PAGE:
Abbott Labs' (NYSE:ABT) investors and the Rolling Stones something in common: Neither seems to be able to get satisfaction. Investors worry about how Abbott's Humira is such a large fraction of the company's revenue, and then when the company turns in a nice quarter even without strong U.S. sales of Humira, they complain about that.

The company beat analysts' sales and earnings estimates in the fourth quarter, but is down nearly 2% today. Yep, no satisfaction here.

Humira has had a nice run against Johnson & Johnson (NYSE:JNJ) and Merck's (NYSE:MRK) Remicade, and against Amgen (NASDAQ:AMGN) and Pfizer's (NYSE:PFE) Enbrel, but it's facing additional competition from new anti-inflammatory drugs like Johnson & Johnson's Simponi and Stelera. The drug is still growing well overseas -- up 40% at constant currencies -- but only posted a 3% U.S. increase in the fourth quarter. Sure, it was a tough comparison because of such a strong year-ago quarter. It's clear, however, that Humira's growth is slowing -- this year the company is looking for global sales to grow 20% compared to 28% growth at constant currencies last year.

Still, the company posted a mighty fine quarter. Revenue grew 11% with help from Abbott's acquisition of Advanced Medical Optics and its relatively new drug eluting stent Xience, which continues to see double-digit sales growth and has the top spot over rivals Boston Scientific (NYSE:BSX), Johnson & Johnson, and Medtronic (NYSE:MDT) both here and in Europe.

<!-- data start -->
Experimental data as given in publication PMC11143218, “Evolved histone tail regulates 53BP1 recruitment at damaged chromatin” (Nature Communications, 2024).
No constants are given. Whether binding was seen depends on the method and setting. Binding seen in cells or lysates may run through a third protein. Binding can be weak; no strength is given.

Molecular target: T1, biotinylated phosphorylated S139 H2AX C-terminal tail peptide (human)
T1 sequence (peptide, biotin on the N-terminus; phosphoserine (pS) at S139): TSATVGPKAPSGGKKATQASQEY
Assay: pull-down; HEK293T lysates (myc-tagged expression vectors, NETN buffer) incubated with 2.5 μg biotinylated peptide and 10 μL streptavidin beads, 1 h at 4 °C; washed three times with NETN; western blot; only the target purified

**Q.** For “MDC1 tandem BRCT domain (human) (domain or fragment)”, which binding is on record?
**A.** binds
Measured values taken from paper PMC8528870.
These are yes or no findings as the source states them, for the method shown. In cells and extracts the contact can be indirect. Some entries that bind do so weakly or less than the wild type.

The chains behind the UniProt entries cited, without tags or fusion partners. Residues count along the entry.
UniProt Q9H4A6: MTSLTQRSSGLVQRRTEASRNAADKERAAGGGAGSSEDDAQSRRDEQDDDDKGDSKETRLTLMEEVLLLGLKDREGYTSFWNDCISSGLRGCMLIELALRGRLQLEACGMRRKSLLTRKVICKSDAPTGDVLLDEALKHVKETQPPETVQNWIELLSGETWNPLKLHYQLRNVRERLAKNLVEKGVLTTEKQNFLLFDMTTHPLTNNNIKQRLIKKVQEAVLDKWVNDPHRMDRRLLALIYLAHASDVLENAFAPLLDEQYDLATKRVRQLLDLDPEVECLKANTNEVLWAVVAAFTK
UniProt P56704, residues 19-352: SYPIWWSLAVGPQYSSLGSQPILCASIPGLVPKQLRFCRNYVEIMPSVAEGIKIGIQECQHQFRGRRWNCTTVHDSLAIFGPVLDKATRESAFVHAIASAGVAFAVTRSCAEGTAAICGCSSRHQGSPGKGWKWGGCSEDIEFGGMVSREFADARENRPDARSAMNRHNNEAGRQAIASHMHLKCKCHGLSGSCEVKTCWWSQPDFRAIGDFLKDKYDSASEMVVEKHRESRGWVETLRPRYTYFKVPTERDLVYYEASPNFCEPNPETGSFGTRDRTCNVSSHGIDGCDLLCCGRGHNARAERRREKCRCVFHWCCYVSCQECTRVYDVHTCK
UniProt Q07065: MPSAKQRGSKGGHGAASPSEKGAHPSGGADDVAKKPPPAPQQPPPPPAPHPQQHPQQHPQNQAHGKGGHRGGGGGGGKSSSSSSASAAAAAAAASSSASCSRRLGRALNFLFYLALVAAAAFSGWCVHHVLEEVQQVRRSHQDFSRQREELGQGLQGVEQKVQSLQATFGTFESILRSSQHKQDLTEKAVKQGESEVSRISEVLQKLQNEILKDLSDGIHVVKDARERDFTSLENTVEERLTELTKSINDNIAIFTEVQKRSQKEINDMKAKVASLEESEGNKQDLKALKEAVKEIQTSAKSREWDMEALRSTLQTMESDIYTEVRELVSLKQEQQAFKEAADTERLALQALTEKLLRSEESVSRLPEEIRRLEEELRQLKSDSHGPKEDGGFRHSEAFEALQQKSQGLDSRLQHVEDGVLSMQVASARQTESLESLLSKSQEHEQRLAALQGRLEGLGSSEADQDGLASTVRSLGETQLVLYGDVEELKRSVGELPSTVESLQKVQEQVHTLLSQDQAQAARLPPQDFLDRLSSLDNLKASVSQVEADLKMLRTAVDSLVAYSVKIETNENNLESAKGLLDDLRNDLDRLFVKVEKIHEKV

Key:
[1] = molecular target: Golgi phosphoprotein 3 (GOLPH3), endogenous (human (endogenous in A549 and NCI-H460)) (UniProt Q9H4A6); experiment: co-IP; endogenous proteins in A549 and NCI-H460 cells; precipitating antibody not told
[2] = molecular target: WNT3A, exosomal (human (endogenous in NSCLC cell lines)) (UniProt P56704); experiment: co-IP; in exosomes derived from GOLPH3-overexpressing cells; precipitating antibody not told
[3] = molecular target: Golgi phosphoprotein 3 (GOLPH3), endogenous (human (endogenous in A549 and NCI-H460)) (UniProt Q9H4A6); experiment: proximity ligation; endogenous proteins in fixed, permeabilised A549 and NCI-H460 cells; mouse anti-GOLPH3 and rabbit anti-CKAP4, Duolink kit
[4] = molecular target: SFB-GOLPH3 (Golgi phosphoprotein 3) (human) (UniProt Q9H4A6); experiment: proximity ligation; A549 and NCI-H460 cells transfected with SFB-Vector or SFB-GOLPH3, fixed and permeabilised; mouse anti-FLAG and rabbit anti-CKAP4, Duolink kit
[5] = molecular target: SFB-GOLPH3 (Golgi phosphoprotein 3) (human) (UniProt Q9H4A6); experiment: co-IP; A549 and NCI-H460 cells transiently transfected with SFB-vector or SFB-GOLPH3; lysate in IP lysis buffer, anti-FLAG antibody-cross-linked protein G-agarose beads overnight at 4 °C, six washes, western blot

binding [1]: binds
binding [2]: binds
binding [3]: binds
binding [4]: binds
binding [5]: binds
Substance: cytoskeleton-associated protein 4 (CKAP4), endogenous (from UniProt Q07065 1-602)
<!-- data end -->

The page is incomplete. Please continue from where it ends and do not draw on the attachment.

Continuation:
The company will continue to diversify this year when it closes its acquisition of Solvay, which will add $3 billion in sales. The new drugs and Humira, which isn't dead yet, is expected to help Abbott turn in a solid 13.5% increase in adjusted earnings per share at the midpoint of its $4.20 to $4.25 guidance.

If Abbott continues to hit that kind of growth, year after year, with or without Humira, investors should be very satisfied.

Pfizer is a Motley Fool Inside Value selection. Johnson & Johnson is an Income Investor selection. The Fool owns shares of and has written puts on Medtronic. Try any of our Foolish newsletters today, free for 30 days.

Fool contributor Brian Orelli, Ph.D., doesn't own shares of any company mentioned in this article. The Fool has a disclosure policy.